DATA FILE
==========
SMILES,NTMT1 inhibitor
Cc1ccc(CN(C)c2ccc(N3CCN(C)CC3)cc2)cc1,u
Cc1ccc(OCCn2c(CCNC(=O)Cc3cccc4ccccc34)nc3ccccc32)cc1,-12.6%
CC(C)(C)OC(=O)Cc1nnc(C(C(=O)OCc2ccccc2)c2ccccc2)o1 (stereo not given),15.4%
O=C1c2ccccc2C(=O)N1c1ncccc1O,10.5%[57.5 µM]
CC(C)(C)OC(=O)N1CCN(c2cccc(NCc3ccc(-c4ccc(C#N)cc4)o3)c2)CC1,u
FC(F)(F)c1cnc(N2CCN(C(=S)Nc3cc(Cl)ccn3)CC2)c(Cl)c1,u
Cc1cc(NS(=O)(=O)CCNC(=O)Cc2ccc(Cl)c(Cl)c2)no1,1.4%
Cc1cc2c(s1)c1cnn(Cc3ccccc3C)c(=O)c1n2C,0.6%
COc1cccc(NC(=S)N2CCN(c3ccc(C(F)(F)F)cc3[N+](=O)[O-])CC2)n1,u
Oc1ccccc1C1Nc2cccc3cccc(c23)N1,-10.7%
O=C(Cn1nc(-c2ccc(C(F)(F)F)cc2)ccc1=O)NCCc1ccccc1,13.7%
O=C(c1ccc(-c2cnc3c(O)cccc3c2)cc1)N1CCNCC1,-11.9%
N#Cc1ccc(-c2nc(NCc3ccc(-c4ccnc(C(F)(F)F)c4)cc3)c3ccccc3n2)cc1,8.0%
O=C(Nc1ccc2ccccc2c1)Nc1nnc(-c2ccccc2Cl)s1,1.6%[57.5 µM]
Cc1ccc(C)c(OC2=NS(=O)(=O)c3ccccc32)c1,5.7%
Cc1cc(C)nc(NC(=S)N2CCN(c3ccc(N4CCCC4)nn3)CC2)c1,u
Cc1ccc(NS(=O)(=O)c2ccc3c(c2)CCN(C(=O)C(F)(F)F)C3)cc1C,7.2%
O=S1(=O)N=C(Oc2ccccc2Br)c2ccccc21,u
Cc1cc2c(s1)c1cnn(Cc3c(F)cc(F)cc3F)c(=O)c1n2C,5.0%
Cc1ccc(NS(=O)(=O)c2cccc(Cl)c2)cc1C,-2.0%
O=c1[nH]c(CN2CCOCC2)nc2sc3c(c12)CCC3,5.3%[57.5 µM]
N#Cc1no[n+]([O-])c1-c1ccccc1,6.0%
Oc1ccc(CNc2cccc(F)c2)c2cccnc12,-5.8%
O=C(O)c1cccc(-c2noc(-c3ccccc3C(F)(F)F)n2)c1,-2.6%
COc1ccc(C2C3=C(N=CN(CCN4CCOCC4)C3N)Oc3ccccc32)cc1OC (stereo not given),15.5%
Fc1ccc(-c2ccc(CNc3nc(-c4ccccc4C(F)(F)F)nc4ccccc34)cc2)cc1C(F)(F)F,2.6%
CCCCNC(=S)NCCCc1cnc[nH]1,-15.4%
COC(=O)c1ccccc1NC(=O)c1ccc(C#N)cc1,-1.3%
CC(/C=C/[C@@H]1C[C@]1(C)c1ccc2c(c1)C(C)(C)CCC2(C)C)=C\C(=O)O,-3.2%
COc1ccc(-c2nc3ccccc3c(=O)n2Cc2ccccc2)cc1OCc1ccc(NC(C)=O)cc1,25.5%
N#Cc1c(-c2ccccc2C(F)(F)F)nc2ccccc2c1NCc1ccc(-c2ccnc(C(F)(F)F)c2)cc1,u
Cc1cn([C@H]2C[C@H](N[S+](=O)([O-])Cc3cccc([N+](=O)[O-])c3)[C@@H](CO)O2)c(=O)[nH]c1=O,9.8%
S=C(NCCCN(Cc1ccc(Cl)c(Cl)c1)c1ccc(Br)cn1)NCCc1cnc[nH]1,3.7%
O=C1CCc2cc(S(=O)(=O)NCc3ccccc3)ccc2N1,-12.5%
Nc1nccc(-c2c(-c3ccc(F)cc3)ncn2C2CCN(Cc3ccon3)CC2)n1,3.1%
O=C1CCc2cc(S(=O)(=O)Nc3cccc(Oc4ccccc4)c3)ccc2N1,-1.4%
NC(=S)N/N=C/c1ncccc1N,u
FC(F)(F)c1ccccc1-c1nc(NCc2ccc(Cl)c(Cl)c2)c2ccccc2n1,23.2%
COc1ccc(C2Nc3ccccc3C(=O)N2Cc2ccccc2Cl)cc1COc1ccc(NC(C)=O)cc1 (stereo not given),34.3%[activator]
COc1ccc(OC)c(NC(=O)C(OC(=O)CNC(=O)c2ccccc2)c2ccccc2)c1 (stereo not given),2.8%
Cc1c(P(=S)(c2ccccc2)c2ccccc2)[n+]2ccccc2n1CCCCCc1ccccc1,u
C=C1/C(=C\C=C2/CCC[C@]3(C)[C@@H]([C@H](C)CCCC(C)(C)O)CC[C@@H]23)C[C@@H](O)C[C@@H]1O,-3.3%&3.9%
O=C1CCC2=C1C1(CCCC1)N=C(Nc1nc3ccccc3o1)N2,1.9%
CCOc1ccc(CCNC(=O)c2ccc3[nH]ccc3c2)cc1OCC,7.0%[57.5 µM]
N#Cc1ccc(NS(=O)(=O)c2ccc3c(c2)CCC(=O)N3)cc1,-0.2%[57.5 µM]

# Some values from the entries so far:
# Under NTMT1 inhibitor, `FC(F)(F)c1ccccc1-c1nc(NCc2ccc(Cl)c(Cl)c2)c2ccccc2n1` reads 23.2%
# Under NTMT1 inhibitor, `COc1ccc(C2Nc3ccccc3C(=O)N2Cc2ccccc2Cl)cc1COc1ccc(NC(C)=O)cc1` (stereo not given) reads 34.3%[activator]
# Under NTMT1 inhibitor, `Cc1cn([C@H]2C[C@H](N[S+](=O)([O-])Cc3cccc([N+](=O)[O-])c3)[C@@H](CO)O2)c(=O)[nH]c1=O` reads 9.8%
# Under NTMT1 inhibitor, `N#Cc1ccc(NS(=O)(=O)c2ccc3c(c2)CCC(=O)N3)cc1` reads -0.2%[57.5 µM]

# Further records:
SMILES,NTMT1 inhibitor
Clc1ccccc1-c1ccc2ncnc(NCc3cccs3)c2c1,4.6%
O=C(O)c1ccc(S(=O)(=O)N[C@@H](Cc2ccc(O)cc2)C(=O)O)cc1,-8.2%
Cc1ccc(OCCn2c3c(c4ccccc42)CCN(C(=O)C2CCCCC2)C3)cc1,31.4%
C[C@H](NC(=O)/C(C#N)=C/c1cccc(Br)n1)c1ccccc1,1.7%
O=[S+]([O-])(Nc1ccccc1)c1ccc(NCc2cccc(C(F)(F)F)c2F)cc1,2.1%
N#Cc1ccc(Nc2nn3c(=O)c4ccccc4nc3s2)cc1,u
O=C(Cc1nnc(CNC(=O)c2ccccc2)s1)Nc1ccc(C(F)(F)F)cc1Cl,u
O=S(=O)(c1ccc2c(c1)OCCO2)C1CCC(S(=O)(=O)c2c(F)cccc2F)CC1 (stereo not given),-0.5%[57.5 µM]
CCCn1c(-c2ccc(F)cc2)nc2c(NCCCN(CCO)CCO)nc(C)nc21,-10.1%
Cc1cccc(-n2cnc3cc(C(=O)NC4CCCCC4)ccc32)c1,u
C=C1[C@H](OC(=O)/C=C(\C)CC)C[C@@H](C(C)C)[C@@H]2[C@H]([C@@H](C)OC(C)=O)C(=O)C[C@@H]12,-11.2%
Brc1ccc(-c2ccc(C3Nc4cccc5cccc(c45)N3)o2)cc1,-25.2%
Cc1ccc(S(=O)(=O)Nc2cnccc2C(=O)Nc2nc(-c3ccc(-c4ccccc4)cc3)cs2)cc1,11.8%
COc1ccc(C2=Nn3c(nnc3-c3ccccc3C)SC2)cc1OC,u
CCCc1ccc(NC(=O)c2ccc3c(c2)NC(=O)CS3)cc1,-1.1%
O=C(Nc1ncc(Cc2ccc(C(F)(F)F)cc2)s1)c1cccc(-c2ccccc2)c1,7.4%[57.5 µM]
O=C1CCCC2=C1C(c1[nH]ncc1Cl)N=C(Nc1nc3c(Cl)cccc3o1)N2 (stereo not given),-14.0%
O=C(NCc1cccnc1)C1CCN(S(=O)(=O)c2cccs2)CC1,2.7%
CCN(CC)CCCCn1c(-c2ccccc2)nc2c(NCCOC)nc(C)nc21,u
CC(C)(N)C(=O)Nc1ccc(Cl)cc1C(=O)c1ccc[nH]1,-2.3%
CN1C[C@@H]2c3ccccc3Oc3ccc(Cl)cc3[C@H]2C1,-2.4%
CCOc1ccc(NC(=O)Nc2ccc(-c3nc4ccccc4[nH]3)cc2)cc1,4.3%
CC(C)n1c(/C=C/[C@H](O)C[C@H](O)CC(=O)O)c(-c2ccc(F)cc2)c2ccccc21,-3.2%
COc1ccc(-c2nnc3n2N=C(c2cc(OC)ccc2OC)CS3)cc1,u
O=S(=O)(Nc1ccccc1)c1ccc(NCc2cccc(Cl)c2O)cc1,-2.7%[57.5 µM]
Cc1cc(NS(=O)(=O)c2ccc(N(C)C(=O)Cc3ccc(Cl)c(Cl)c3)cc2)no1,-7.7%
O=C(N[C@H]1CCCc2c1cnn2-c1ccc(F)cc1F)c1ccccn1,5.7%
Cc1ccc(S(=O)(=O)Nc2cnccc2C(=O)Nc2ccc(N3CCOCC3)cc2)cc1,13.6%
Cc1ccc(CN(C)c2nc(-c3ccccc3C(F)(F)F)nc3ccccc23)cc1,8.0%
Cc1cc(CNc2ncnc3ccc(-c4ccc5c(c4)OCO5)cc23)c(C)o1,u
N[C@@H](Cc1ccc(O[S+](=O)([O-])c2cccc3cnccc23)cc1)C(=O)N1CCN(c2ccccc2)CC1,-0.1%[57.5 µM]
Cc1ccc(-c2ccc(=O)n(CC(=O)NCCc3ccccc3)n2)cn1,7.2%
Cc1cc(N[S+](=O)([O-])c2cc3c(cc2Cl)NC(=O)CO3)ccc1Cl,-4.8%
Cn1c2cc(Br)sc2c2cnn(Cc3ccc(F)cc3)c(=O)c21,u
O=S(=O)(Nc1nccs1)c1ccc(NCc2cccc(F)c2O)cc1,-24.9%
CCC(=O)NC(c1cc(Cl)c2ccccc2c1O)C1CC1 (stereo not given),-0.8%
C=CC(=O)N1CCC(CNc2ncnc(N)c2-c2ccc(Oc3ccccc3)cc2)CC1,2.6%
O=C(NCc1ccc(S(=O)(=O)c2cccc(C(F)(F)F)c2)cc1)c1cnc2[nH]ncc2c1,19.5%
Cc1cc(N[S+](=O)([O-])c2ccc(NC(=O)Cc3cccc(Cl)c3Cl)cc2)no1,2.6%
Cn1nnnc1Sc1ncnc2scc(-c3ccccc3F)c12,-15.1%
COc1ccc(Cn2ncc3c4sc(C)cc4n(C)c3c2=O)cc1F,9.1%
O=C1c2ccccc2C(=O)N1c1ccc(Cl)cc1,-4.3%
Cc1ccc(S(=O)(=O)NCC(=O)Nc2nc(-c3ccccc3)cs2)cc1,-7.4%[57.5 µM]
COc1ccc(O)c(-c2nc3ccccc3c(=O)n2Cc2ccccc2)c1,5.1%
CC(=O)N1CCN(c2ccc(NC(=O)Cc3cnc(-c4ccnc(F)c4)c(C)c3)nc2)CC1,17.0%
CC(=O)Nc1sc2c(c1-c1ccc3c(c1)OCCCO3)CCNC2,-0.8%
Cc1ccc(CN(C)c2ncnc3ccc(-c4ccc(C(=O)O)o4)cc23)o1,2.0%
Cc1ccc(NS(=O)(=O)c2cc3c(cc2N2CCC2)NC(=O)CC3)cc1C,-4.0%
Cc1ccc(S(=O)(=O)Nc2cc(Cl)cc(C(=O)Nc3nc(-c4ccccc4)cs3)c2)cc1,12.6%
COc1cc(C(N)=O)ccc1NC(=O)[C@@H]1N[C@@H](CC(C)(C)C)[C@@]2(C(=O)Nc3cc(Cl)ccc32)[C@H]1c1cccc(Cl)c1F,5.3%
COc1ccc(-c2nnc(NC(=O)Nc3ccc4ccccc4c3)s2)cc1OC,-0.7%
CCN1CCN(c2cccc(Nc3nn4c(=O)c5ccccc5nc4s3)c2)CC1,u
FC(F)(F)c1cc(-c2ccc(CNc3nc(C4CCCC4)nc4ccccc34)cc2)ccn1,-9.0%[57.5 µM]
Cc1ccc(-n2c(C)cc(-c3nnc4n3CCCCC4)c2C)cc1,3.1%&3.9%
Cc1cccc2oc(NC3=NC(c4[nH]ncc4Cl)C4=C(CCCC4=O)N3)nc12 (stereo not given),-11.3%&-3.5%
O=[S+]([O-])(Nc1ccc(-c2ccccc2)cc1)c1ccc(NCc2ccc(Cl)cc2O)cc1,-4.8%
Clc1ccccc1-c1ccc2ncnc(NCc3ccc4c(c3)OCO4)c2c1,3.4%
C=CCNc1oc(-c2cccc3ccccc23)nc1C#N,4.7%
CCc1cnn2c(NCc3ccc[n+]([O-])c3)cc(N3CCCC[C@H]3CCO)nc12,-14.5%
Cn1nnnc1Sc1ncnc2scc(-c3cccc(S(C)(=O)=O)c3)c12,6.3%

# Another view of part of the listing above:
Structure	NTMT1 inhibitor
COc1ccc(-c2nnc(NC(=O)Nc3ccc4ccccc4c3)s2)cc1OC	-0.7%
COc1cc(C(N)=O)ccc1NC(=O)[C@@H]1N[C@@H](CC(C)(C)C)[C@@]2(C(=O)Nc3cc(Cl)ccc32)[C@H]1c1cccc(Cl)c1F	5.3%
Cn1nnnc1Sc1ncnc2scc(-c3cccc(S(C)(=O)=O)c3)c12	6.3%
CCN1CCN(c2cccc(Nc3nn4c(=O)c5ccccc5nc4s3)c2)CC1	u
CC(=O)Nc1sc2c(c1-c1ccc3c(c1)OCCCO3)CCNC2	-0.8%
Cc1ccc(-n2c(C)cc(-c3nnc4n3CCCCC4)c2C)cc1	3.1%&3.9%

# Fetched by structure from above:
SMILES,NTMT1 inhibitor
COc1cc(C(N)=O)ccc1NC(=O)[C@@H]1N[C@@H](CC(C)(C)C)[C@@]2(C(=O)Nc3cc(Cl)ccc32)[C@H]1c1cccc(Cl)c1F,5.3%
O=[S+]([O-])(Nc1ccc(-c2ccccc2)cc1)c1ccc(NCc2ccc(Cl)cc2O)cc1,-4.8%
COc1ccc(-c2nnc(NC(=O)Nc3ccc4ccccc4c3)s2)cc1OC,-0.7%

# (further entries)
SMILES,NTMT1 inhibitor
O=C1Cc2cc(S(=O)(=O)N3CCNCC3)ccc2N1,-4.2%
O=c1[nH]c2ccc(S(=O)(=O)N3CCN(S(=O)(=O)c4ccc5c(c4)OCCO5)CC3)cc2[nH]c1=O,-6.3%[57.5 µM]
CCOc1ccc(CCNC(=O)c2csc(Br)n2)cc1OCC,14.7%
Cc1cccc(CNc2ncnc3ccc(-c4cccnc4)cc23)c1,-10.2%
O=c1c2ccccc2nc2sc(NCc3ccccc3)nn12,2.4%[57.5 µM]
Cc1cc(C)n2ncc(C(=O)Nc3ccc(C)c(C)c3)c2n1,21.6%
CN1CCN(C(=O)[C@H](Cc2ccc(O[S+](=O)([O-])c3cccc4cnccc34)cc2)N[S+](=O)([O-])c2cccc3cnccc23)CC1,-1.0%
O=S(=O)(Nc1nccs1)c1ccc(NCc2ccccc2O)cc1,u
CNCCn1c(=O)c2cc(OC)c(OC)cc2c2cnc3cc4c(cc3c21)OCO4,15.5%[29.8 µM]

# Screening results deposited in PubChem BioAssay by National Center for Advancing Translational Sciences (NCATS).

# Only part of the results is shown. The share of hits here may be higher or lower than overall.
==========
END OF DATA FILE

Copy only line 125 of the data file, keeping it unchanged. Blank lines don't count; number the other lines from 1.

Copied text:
O=[S+]([O-])(Nc1ccc(-c2ccccc2)cc1)c1ccc(NCc2ccc(Cl)cc2O)cc1,-4.8%